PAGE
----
Cain Opposes Extending Jobless Benefits

'Where do we stop?" the GOP presidential hopeful asked during an interview on CNN.

Posted:
 
herman20cain2_103111_large
Herman Cain, Republican presidential candidate (Getty Images)

GOP presidential hopeful Herman Cain said that he opposes the reauthorization of benefits that allow up to 99 weeks of support for the long-term jobless, asking where the help would end, according to the Huffington Post.

"Where do we stop?" he asked Candy Crowley during an interview on CNN's "State of the Union." "Here again, extending unemployment benefits, extending the cut in the payroll tax are just distractions from the bigger problem, which is lack of economic growth which has not been there. Secondly, we're spending money we do not have."

"It's unfortunate that people are unemployed," he continued. "This is one of the reasons that [I] have proposed a bold plan to get this economy going, which you know is 9-9-9. People need to go -- want to go back to work. That's the good news. But this economy's not producing the jobs in order to get 14 million people that are unemployed back to work."

Earlier in the program, Cain reluctantly said he backed extending the payroll tax cut that, like unemployment benefits, is set to expire at the end of the year. But with both items he argued that it would be preferable for Congress to [undertake] significant tax reform instead.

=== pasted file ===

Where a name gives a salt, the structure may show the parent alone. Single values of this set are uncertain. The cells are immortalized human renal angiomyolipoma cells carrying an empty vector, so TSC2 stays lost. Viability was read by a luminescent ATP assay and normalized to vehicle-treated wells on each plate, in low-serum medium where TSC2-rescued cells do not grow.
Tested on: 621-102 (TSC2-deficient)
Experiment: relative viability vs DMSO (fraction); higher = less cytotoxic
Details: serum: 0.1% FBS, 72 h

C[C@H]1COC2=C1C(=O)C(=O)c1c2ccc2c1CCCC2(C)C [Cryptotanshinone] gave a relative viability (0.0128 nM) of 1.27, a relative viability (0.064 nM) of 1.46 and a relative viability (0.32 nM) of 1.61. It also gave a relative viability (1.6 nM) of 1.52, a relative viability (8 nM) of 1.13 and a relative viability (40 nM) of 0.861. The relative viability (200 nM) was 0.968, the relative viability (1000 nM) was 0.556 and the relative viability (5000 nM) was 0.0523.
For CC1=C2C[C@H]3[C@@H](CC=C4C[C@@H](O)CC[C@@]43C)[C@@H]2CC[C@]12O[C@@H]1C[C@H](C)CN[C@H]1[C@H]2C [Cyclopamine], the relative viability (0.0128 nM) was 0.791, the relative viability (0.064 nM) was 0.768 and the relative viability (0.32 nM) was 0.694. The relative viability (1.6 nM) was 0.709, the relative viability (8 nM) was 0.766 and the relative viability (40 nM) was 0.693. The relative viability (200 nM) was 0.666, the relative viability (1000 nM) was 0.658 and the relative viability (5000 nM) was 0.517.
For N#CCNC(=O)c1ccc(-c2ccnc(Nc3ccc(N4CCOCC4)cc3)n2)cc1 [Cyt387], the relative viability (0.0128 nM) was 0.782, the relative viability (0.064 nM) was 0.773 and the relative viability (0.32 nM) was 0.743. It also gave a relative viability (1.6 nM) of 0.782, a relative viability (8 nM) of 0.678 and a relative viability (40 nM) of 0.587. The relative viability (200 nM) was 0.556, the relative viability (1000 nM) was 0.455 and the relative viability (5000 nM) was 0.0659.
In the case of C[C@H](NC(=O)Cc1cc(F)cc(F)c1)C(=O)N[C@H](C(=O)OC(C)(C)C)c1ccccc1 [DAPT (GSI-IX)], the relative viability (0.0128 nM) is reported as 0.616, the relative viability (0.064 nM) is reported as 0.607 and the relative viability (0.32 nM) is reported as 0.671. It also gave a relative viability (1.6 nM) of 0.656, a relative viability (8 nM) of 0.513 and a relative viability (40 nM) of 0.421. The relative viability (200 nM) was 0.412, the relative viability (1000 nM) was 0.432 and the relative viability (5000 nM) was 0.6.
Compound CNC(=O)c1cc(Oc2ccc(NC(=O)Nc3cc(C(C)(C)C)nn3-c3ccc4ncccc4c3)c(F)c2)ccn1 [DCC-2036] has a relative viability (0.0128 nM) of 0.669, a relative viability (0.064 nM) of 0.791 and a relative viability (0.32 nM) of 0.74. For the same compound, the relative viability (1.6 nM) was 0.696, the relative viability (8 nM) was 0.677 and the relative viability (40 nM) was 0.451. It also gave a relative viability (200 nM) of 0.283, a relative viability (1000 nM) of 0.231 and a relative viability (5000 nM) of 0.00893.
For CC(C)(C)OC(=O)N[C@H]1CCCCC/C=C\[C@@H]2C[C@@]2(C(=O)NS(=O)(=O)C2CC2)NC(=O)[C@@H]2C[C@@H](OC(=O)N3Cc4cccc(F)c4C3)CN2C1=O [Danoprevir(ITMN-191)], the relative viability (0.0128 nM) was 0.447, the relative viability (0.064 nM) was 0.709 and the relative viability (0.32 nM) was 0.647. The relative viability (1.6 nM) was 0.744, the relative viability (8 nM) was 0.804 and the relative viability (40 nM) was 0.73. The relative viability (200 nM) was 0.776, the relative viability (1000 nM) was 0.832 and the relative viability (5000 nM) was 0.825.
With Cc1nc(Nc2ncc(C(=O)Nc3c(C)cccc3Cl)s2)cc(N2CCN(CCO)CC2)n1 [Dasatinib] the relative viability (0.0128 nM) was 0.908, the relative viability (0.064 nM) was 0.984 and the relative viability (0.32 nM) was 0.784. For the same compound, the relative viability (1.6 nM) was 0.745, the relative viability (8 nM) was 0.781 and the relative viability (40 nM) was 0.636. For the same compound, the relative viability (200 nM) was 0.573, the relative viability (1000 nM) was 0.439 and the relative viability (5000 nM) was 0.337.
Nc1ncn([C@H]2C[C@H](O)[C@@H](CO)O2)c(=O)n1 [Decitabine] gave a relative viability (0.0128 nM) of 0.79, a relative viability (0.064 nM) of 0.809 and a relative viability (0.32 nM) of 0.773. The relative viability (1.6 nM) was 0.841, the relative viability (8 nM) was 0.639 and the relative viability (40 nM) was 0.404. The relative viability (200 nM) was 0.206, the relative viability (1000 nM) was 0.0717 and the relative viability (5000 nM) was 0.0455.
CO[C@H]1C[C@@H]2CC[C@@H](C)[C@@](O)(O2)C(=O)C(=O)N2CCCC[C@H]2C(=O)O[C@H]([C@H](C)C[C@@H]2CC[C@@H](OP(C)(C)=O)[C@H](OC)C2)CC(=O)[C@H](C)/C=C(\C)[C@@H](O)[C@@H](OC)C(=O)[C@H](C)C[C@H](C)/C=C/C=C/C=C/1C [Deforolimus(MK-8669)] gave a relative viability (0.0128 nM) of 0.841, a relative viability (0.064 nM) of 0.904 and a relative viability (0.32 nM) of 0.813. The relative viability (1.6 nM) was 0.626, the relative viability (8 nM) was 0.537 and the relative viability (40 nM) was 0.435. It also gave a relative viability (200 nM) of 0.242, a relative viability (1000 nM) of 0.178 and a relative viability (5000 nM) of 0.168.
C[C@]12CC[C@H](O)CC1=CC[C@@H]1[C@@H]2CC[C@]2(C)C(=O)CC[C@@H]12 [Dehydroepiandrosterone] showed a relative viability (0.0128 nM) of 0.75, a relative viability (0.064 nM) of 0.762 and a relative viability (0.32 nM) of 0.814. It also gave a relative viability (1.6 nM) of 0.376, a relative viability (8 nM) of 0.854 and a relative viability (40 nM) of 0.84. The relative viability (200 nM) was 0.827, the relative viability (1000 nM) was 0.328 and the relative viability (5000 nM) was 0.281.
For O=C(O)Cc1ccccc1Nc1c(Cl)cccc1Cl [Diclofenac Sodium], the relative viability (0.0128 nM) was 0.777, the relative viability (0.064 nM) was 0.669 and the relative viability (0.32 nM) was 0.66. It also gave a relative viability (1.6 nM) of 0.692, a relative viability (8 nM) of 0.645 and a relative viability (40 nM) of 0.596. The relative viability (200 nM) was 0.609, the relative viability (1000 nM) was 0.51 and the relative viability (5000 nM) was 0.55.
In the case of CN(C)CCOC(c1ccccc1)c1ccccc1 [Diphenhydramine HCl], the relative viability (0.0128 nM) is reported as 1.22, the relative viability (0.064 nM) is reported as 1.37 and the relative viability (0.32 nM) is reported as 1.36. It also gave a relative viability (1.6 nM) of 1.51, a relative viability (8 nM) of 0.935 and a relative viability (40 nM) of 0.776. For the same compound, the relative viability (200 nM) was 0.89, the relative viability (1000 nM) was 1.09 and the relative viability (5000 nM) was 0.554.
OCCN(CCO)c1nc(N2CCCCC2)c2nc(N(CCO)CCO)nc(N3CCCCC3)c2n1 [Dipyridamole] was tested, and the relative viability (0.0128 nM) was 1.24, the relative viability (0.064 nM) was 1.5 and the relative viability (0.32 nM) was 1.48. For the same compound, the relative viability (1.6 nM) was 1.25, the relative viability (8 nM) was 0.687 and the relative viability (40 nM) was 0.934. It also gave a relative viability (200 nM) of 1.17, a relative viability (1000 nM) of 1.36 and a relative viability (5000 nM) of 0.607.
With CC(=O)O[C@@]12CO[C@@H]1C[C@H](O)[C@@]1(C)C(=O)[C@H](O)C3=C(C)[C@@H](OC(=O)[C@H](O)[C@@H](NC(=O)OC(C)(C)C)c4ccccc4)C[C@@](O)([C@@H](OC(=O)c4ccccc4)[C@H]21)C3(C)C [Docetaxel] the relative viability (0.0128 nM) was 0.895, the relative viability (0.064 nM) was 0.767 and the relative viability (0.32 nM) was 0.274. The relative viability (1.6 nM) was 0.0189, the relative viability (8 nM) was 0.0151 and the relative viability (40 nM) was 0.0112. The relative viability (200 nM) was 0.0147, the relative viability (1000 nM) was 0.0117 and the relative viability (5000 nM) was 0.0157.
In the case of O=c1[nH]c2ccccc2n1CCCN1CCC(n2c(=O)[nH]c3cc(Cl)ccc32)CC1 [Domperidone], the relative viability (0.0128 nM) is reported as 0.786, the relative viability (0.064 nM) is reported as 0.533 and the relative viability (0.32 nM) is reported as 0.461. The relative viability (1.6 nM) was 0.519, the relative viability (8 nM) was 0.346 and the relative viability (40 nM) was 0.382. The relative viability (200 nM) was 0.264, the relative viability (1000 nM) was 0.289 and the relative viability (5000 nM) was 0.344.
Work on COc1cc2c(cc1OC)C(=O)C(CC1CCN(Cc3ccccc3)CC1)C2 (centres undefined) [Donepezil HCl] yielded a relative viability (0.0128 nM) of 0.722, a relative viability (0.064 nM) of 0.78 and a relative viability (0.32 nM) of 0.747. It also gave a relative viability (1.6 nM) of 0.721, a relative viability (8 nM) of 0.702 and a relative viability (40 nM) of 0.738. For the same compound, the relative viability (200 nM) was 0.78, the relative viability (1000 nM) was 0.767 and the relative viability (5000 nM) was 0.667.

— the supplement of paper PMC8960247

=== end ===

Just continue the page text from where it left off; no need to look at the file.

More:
Doesn't Cain realize that unemployment benefits need to be extended at the same time that jobs are being created? Without the extension, more people would fall into poverty. The former Godfather's Pizza executive was a great businessman. Maybe he can dedicate his time to retraining unemployed workers after Republicans nominate a presidential candidate.

Read more at the Huffington Post.

Like The Root on Facebook. Follow us on Twitter.   

Comments
The Root encourages respectful debate and dialogue in our commenting community. To improve the commenting experience for all our readers we will be experimenting with some new formats over the next few weeks. During this transition period the comments section will be unavailable to users.

We apologize for any inconvenience and appreciate your continued support of The Root.

While we are experimenting, please feel free to leave feedback below about your past experiences commenting at The Root.